Saudi women are set to defy a ban on driving, one month after Manal al-Sharif was jailed for taking the wheel and posting footage of her rebellious act online.
The demonstrations are the climax of a two-month online campaign riding the winds of the so-called Arab spring which has spread mass revolts across the region and toppled two regimes.
But instead of organising a protest, women who have driving licences obtained abroad are being urged to get behind the wheel calmly and run their errands themselves without relying on male drivers.
A Facebook page, dubbed Women2Drive, has been set up and says the action will start on Friday and keep going "until a royal decree allowing women to drive is issued".
Women in Saudi Arabia face an array of constraints, ranging from having to cover from head to toe in public and needing authorisation from a male guardian to travel, to having restricted access to jobs due to strict rules of segregation.
As they are not allowed to drive, women end up having to hire foreign drivers whose wages eat into their household incomes. As many cannot afford a driver, they are usually forced to rely on male members of their immediate families to give them a lift.
"Saudi Arabian authorities must stop treating women as second-class citizens and open the kingdom's roads to women drivers," London-based Amnesty International said on Thursday.
"Not allowing women behind the wheel in Saudi Arabia is an immense barrier to their freedom of movement, and severely limits their ability to carry out everyday activities as they see fit, such as going to work or the supermarket, or picking up their children from school," said Philip Luther, Amnesty International's Deputy Director for the Middle East and North Africa.
The legal grounds surrounding the ban remain unclear since there is no law banning women from driving in the oil-rich kingdom. It seems that at present, the ban mainly relies on the decision by the interior ministry to impose strict regulations based on a fatwa, or religious edict, stipulating women should not be permitted to drive.
The last en masse protest against the ban was held in November 1990 when a group of women stunned Saudi men by driving around Riyadh in 15 cars before being arrested.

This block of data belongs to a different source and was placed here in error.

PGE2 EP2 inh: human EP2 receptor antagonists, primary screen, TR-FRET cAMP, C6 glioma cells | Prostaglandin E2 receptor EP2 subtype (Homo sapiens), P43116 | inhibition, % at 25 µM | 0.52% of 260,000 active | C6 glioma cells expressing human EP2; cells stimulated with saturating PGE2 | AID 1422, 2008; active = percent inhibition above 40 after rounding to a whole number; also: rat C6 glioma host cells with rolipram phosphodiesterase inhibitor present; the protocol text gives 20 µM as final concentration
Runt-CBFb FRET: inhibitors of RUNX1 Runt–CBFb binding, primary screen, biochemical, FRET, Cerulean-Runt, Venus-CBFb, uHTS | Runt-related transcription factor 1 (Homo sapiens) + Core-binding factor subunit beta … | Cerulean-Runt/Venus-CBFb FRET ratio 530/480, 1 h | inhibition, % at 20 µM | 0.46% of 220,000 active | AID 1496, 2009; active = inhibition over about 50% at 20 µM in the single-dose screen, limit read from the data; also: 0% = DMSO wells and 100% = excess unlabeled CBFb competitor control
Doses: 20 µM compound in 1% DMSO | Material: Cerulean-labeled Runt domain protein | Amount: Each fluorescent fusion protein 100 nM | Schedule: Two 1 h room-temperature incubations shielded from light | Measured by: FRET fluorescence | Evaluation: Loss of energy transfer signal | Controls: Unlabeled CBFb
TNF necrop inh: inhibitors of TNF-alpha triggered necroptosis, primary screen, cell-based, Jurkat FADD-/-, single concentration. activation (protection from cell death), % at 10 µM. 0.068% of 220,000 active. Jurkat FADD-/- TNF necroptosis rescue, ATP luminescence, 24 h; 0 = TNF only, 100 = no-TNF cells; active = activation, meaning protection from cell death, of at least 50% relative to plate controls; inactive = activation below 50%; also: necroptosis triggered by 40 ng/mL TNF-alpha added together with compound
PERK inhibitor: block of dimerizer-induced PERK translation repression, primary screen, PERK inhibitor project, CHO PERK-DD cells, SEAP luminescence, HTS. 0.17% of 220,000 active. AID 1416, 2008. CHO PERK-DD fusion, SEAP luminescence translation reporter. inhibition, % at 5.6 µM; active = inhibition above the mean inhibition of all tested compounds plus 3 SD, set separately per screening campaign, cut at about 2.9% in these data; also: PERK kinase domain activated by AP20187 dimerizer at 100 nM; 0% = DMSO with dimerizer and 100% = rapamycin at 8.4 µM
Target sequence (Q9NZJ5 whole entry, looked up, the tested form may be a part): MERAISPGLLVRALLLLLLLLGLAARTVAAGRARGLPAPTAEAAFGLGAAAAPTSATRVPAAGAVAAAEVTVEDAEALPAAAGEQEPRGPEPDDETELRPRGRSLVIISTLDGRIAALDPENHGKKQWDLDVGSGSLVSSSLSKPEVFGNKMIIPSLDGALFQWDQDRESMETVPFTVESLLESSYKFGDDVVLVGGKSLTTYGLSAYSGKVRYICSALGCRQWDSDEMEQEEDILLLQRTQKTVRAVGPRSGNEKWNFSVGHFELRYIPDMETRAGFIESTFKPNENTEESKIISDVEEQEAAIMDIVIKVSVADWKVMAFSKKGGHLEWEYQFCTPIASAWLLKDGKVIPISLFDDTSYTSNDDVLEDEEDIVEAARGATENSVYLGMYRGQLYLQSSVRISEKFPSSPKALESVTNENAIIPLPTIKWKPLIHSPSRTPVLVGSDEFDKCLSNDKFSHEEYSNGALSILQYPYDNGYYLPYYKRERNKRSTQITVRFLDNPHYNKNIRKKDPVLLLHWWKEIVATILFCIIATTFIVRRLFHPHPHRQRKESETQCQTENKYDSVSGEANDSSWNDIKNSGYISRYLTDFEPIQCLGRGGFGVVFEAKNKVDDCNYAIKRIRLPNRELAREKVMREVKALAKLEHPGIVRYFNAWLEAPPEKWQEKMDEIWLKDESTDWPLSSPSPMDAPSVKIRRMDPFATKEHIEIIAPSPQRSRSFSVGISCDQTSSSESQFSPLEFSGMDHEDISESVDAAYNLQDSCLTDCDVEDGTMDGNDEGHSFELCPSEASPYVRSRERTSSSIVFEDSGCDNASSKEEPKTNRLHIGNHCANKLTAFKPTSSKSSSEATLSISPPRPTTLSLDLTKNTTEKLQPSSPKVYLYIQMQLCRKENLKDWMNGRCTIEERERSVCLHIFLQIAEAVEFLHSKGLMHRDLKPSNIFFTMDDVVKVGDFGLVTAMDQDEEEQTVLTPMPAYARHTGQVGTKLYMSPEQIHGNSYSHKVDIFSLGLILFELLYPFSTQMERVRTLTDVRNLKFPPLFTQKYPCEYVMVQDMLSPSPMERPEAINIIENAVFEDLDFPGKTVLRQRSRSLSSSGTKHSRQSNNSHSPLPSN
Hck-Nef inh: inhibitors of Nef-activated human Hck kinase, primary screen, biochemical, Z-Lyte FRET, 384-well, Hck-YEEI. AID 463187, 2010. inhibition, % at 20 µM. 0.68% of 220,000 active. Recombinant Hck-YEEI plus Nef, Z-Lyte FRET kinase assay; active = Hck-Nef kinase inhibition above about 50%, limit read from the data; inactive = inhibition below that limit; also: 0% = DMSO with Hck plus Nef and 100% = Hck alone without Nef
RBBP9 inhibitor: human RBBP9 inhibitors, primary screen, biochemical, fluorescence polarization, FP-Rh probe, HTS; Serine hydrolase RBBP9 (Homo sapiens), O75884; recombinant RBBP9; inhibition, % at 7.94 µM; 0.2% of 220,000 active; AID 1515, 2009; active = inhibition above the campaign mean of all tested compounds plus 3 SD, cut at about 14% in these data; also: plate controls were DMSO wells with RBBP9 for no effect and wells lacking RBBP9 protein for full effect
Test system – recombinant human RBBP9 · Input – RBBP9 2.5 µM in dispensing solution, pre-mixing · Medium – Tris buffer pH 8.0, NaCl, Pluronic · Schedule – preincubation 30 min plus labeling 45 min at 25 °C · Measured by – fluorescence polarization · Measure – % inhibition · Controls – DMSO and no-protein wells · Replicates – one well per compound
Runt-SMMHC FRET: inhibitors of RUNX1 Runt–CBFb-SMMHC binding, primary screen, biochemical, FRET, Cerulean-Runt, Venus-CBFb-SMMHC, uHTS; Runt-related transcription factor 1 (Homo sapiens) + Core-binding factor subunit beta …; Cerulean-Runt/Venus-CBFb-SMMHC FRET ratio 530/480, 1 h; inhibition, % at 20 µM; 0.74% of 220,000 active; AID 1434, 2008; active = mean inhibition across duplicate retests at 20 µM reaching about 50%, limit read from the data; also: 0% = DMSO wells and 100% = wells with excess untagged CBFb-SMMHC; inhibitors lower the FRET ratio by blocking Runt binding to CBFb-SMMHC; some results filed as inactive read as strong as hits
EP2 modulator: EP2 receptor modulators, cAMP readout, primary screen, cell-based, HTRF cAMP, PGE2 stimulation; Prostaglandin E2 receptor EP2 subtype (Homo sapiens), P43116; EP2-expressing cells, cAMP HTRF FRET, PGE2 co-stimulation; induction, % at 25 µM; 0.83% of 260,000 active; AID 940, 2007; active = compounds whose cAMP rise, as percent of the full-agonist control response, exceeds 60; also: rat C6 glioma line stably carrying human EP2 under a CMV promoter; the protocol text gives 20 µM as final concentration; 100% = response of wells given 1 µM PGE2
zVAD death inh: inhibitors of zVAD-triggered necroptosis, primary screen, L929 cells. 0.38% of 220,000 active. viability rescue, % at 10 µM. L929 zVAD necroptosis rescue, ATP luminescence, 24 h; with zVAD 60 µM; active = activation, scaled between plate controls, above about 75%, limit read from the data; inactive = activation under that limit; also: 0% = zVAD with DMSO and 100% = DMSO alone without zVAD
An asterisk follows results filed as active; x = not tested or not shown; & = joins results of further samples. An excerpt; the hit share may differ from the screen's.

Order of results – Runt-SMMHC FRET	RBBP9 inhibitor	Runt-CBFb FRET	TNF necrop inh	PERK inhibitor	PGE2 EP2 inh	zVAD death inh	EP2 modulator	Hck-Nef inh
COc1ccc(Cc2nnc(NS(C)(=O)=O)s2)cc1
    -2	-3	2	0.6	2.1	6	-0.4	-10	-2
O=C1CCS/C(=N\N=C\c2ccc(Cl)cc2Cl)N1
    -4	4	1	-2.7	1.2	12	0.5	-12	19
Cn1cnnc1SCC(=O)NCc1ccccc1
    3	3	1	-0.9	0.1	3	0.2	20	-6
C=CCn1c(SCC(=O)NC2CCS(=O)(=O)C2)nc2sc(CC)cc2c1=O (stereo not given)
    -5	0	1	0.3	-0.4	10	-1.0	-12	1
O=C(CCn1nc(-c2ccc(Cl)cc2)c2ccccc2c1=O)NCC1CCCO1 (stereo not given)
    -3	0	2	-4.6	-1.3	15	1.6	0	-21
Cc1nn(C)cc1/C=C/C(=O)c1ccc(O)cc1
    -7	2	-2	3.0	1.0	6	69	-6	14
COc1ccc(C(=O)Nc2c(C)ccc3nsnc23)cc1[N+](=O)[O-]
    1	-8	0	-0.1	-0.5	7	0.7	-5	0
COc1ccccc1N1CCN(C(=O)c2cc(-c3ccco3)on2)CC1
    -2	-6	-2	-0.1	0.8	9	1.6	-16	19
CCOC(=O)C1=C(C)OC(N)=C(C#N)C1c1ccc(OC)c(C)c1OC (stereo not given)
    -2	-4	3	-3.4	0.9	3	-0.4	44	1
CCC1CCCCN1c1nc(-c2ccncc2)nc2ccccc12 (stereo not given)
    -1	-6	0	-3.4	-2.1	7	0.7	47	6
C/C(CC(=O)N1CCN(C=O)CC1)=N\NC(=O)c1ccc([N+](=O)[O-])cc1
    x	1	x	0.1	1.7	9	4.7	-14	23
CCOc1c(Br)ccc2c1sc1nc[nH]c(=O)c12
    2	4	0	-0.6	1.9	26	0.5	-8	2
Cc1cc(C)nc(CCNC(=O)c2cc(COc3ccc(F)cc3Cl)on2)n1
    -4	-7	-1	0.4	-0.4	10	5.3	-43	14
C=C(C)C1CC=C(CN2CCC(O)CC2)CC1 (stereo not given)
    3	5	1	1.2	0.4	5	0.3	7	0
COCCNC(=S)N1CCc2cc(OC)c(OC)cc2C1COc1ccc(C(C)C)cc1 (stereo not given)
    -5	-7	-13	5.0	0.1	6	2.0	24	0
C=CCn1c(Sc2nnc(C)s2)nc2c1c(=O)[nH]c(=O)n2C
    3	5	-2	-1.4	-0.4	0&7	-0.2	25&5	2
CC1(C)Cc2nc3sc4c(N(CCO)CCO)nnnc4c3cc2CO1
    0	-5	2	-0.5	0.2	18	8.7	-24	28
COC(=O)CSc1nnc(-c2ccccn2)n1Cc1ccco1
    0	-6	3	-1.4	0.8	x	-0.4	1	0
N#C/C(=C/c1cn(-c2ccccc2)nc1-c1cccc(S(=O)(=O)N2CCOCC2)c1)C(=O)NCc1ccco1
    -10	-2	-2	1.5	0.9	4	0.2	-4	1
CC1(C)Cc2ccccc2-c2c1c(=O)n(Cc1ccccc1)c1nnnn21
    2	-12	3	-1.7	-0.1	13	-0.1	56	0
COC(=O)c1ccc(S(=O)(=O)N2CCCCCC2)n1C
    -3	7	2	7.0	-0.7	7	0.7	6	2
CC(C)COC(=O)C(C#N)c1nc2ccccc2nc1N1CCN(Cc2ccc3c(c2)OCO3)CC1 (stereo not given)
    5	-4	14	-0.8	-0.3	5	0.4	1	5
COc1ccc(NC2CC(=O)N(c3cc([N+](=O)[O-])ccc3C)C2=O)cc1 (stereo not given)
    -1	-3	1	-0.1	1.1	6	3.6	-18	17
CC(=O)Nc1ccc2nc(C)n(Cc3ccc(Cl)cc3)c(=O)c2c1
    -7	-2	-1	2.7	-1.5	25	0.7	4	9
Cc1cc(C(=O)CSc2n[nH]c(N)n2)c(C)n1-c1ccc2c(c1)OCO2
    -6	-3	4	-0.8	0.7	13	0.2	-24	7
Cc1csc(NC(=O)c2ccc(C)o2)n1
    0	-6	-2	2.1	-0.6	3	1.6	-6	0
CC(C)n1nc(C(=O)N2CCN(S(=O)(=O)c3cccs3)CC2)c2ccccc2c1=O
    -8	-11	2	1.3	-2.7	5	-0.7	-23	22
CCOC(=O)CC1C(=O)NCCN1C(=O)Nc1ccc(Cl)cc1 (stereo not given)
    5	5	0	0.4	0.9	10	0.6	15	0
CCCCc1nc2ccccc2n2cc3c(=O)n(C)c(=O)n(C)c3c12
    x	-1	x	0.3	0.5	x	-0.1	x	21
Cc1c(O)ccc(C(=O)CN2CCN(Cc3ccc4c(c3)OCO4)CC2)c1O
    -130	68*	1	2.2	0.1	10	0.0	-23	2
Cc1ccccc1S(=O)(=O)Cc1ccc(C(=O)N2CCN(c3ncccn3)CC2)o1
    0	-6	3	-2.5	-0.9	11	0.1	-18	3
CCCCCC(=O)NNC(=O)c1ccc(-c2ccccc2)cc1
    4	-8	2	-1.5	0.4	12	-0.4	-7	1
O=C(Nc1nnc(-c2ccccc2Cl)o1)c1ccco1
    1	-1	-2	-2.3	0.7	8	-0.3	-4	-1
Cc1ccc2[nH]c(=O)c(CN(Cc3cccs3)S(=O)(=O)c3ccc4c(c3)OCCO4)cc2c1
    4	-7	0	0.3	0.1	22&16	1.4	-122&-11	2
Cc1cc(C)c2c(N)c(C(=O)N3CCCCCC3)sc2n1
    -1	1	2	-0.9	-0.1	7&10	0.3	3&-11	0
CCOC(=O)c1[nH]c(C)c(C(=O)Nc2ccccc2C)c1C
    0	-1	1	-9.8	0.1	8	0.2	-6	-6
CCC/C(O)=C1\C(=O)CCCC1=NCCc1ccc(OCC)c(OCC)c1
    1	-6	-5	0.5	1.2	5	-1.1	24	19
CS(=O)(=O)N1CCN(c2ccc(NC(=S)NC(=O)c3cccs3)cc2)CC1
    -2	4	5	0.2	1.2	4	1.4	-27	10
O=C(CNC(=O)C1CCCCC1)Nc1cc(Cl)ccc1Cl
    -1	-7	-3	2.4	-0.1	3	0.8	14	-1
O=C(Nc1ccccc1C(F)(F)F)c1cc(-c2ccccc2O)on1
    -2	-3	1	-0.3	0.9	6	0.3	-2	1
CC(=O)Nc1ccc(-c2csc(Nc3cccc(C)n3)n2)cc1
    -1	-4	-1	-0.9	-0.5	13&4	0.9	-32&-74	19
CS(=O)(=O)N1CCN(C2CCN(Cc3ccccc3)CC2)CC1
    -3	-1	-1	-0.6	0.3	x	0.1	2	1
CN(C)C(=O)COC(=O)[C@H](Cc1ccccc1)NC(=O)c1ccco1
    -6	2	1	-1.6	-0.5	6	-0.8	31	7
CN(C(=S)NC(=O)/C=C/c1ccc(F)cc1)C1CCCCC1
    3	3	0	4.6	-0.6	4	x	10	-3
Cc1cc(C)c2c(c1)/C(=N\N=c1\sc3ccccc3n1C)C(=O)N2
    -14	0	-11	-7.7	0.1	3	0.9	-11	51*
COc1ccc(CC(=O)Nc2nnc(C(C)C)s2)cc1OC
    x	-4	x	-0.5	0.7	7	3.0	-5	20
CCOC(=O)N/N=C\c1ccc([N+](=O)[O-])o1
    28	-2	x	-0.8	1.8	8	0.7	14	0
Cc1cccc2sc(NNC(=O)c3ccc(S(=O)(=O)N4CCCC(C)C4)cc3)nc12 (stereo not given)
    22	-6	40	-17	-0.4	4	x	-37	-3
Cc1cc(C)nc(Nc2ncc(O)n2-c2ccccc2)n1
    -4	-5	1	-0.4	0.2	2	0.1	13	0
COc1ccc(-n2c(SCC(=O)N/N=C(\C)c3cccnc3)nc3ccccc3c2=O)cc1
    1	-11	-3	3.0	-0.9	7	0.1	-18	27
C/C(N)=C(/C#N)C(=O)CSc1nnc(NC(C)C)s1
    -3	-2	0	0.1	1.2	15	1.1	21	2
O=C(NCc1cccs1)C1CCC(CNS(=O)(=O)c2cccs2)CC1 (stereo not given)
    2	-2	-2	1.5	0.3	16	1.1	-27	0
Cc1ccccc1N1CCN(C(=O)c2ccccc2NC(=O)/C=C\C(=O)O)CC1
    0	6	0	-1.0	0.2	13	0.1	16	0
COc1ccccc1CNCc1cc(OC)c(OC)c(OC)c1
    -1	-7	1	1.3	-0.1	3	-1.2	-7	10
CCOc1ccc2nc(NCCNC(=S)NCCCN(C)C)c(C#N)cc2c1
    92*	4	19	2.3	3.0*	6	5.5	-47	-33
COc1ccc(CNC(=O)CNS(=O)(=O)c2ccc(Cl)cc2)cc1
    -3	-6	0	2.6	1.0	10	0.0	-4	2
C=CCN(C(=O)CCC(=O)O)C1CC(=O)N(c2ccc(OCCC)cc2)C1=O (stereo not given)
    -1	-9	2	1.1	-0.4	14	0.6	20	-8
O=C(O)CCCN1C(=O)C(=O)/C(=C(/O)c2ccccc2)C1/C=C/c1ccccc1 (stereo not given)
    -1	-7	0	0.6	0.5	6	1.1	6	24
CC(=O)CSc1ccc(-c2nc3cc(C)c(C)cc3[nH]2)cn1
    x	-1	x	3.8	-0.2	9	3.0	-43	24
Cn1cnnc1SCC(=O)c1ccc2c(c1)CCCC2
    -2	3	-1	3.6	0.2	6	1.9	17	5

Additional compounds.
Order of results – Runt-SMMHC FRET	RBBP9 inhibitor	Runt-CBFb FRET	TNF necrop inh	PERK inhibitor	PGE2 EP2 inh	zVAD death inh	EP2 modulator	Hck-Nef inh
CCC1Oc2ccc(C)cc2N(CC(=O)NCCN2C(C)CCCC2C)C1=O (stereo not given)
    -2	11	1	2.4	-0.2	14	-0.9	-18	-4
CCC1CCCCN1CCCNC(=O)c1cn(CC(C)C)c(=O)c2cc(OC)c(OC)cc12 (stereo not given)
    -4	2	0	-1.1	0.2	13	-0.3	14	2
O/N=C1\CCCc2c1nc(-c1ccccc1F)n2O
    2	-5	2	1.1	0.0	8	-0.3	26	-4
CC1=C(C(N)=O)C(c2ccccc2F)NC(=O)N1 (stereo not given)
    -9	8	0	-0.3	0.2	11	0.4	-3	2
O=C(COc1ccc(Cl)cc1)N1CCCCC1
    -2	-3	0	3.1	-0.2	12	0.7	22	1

At the time, the women explained they felt provoked by the sight of US female soldiers who were taking part in the first Gulf War driving military vehicles freely in their own country while they are banned.
Some of them reportedly said then that as their country was at war after Iraqi troops invaded neighbouring Kuwait, and complained they felt like "sitting ducks" as they could not drive in case they needed to save their families.
The 47 women who took part in that protest were severely punished, with authorities suspending many from public sector jobs and reprimanding their male guardians.
They also faced a defamatory campaign with pamphlets calling them "whores".
Recently, a Saudi woman braved the ban testing the waters ahead of the protest and she was severely punished.
Manal al-Sharif, a 32-year-old mother, found herself behind bars for two weeks last month after defying the ban more than once and posting a video on the internet showing her driving around Eastern Province.
King Abdullah was petitioned by 3345 people to intervene on her behalf, while some 24,000 people expressed support on a Facebook page set up to call for her release.
Sharif's action came a few days after another Saudi woman, Najla al-Hariri, drove in the western region of Jeddah over a few days, insisting on her right to drive.
Six other women were detained for hours last week after being caught learning to drive in an empty plot in north Riyadh.
They were released after their male guardians were called in by police and signed pledges not to drive.
"If you get arrested, do not be scared. You will only be asked to sign a pledge" not to drive, read one of several recommendations posted on the campaign's Facebook page. What these women face however is much more than that, as on top of risking being arrested by defying what can only be seen as an archaic ban, it is the rules of a deeply misogynist society that they reject.